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December 10, 2018
A recent report on the television news was, typically, scary. Or at least depressing. It seems that the average wage over the past year has not gone up as fast as inflation. The message is clear. Families are suffering, children are starving, and employers, icons of greed that they are, are stashing away cash filched from those they have virtually enslaved.
But the story could just as well have been good news. That the economy is stable and ticking along just as it's supposed to. What, you say? How could wages be flat if the economy isn't in trouble? Aren't wages supposed to rise? Yes, they are. And they did.
But, you say, they didn't. They stayed flat. Yes, they stayed flat on average, but not for individuals who make up that average.
Here's an analogy (I'm indebted to economist Anthony Davies of the Foundation for Economic Education). If today, we take the average age of Canadians, it's about forty according to Statistics Canada. (For nitpickers, that's actually the median age, not the average, but close enough.) Now let's wait for ten years and take the average again. It will be about forty, give or take.
But how can this be? We've all gotten ten years older. Well, no, we haven't. In those ten years, a lot of people, mostly older, will have died, and a bunch more, all young, will have been born, so the average remains about the same. Yes, we've all aged, but the average doesn't change.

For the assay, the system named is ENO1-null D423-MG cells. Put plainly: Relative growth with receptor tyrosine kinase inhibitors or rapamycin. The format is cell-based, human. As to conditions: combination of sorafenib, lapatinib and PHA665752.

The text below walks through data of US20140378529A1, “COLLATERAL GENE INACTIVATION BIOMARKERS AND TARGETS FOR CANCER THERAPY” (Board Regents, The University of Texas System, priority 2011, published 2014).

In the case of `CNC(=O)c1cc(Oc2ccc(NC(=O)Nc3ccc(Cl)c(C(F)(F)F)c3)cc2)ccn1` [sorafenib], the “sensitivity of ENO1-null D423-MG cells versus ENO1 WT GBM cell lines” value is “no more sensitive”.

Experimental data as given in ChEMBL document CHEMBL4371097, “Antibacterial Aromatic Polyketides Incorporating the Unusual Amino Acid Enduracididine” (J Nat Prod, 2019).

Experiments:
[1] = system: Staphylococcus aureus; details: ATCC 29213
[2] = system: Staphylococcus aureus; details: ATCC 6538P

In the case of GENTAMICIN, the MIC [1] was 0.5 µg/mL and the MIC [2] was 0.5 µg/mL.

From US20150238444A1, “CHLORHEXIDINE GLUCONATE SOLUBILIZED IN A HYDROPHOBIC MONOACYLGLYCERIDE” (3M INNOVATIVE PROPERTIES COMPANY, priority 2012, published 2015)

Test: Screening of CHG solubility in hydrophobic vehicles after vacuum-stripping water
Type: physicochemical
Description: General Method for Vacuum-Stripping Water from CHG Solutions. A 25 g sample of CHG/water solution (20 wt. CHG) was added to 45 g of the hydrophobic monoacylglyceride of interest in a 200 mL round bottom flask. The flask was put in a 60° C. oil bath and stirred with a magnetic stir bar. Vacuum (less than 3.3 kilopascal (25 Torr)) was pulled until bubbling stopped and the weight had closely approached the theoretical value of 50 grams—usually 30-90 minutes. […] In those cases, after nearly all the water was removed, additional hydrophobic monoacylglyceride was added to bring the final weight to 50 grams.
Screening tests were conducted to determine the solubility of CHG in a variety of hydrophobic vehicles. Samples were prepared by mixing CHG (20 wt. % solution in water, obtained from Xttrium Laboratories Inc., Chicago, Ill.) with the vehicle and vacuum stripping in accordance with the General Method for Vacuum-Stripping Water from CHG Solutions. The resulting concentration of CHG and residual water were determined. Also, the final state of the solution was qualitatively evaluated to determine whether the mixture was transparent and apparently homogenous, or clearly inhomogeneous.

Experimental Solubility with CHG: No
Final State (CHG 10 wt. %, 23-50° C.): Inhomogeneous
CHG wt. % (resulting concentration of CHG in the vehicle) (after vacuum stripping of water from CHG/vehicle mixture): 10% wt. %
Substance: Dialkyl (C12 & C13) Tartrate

The same thing is true of wages. Over time, most people's wages increase with their experience and their skills. But some people retire and new people replace them. The wages of retirees are almost always higher than those of entry-level workers. The average remains the same.
But, I hear the objection, over the long term, average ages have gone up. True, by some ten years in the past thirty. That's mainly due to advances in medicine that allows us to stick around longer. The same thing is true of wages. Over the long term as productivity increases, wages will rise. But in the short term, which is the only period the media seem to understand, in a stable world, average wages and average ages will stay about the same.
One final lament was that wages didn't rise as fast as inflation. So what? Where is it written that in the national turmoil of millions of employees and a million-plus employers, the increases that people get will exactly net out to the inflation rate? I'll bet we won't hear when wage increases exceed inflation. Or we will, but the media will find some rationale to make it dire.
I guess the real message is that a news story that doesn't seek the darkest interpretation isn't of much interest to the media.